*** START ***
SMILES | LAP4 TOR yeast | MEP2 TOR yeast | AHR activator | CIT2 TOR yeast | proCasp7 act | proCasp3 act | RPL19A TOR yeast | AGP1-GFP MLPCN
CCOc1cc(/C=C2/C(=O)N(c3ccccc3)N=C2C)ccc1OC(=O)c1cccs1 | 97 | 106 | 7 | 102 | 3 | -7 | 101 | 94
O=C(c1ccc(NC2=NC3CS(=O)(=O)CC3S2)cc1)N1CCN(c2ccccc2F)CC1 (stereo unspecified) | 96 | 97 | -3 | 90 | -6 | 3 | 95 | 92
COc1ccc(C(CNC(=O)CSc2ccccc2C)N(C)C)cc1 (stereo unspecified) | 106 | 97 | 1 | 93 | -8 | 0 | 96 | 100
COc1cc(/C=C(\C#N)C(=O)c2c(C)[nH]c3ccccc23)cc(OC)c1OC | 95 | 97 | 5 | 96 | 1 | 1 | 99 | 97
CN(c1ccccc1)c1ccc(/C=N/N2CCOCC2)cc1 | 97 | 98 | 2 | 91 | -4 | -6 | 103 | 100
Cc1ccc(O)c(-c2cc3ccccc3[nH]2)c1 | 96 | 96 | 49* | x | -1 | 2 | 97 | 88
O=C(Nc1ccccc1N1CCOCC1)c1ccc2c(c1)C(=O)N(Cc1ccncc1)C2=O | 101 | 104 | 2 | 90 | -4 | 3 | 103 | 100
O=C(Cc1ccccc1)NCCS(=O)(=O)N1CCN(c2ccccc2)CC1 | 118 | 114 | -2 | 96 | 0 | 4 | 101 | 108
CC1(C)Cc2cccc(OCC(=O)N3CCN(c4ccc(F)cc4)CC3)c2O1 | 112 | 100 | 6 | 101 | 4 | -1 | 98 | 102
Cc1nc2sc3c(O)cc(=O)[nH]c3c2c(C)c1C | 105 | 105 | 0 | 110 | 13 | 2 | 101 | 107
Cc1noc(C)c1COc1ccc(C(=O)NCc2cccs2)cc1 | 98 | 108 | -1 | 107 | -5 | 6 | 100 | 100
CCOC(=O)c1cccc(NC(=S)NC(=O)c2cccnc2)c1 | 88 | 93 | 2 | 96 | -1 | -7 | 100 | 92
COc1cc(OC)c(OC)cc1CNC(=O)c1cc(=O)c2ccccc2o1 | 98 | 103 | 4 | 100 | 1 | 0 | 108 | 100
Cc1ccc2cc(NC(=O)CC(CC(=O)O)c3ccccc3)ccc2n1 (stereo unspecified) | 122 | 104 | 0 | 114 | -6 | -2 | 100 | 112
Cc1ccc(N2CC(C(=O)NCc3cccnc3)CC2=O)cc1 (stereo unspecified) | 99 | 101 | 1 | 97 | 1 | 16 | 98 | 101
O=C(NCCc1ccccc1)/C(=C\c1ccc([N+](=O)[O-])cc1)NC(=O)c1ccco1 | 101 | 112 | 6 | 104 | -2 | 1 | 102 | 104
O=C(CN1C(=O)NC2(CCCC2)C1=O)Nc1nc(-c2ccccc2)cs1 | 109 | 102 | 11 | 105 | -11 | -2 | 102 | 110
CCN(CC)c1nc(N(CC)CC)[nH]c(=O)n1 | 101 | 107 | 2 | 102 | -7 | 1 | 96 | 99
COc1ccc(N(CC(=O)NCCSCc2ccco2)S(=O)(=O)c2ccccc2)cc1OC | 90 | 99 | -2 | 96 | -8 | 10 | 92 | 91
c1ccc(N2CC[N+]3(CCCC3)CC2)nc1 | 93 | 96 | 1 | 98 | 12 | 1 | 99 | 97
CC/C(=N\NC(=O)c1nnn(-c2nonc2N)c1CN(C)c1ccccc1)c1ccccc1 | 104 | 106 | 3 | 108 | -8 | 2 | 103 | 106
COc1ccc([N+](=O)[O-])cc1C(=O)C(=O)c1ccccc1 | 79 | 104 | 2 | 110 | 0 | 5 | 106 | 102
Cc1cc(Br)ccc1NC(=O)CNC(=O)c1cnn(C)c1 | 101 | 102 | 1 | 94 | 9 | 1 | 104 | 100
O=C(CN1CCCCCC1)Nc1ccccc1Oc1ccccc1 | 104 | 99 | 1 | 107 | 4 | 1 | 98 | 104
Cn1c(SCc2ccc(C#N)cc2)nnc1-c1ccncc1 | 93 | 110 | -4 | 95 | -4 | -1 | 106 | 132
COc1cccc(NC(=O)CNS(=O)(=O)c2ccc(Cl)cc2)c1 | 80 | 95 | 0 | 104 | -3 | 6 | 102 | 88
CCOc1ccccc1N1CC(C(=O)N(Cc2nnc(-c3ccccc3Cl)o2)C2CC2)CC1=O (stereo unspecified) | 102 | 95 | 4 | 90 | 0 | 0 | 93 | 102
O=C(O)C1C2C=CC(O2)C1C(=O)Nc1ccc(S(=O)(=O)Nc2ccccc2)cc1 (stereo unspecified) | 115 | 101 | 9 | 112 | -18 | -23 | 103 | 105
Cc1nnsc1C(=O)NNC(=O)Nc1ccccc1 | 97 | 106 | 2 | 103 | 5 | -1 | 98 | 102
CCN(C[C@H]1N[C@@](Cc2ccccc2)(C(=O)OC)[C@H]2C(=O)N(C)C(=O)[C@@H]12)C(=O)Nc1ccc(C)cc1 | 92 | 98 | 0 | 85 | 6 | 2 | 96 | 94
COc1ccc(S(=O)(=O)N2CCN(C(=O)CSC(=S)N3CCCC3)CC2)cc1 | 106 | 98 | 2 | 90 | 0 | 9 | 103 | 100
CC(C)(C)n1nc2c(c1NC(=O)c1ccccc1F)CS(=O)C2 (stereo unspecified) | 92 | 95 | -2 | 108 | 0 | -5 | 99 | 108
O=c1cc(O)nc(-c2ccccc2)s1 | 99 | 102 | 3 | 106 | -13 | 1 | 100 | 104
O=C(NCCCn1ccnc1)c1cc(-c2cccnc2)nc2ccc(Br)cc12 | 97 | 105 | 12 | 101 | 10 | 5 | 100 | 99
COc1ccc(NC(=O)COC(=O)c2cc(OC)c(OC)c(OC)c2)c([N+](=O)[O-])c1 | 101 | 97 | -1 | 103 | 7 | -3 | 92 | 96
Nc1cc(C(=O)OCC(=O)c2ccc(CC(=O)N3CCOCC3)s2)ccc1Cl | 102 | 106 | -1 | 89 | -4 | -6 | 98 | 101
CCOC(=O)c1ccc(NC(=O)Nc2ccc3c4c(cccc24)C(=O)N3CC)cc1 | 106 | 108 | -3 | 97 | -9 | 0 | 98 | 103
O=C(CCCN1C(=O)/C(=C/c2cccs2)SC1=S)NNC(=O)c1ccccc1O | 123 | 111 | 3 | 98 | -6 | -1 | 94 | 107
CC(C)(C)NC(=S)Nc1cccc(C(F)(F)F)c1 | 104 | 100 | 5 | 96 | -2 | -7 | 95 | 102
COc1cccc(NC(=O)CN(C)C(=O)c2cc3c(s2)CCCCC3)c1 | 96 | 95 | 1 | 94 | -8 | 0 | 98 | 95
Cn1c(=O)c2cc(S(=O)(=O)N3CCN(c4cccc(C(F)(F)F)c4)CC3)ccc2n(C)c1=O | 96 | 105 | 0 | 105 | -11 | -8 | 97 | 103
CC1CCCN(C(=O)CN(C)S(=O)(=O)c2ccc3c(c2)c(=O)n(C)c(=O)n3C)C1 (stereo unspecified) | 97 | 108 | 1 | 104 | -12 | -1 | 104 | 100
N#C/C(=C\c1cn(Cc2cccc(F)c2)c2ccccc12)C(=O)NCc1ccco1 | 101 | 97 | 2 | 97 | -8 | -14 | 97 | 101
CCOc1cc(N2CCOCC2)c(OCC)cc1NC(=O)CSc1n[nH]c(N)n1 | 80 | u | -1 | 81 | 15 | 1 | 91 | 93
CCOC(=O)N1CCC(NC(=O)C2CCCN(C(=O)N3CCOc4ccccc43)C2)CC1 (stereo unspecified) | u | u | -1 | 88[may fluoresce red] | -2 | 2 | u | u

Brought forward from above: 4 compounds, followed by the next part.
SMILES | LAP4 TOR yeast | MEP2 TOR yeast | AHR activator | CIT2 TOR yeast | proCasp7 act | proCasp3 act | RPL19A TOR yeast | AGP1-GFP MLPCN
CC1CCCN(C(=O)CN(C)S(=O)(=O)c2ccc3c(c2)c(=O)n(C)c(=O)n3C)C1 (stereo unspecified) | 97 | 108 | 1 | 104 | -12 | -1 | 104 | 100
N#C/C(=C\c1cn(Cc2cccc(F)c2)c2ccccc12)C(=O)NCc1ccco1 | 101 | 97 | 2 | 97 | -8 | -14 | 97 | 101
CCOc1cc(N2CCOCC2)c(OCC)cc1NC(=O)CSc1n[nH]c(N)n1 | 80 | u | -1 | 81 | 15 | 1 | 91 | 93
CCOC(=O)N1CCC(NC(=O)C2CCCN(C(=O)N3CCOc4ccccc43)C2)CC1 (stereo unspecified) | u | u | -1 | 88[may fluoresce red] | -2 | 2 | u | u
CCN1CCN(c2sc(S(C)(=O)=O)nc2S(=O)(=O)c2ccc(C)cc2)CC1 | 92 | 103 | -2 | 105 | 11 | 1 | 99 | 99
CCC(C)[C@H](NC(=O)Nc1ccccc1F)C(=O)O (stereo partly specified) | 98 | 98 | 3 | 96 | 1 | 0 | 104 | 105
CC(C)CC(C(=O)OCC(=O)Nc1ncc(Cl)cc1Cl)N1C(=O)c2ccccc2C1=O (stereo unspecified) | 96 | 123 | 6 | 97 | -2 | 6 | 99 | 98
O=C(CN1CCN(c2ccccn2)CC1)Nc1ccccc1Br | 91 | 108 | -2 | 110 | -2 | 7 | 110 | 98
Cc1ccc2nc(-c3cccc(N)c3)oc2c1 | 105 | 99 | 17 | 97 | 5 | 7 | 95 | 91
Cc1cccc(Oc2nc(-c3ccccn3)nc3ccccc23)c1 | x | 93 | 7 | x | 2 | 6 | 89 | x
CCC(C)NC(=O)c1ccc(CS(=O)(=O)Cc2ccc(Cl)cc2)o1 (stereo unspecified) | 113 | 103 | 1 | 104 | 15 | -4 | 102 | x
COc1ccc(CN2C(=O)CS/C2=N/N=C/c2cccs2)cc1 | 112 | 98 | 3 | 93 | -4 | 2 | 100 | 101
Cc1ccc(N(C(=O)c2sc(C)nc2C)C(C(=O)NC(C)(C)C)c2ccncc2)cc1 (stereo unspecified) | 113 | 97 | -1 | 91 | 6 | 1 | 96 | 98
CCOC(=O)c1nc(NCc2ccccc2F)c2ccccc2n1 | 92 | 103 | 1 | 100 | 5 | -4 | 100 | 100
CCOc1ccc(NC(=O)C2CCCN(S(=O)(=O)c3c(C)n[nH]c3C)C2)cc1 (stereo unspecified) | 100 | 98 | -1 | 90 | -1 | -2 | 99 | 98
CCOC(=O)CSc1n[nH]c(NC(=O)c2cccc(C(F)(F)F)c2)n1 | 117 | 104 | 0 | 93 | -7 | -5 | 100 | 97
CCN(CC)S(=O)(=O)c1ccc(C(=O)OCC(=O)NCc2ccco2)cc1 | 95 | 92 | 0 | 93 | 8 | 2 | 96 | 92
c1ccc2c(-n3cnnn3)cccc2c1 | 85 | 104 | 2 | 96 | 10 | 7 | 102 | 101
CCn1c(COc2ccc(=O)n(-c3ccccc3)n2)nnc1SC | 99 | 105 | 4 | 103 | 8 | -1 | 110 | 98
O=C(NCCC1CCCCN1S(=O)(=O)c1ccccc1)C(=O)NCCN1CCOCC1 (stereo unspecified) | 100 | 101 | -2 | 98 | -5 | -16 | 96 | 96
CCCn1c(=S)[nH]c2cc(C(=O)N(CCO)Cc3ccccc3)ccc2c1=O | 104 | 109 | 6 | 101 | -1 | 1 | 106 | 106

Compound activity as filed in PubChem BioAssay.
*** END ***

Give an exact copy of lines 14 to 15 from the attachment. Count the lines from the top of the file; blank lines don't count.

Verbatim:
COc1cc(OC)c(OC)cc1CNC(=O)c1cc(=O)c2ccccc2o1 | 98 | 103 | 4 | 100 | 1 | 0 | 108 | 100
Cc1ccc2cc(NC(=O)CC(CC(=O)O)c3ccccc3)ccc2n1 (stereo unspecified) | 122 | 104 | 0 | 114 | -6 | -2 | 100 | 112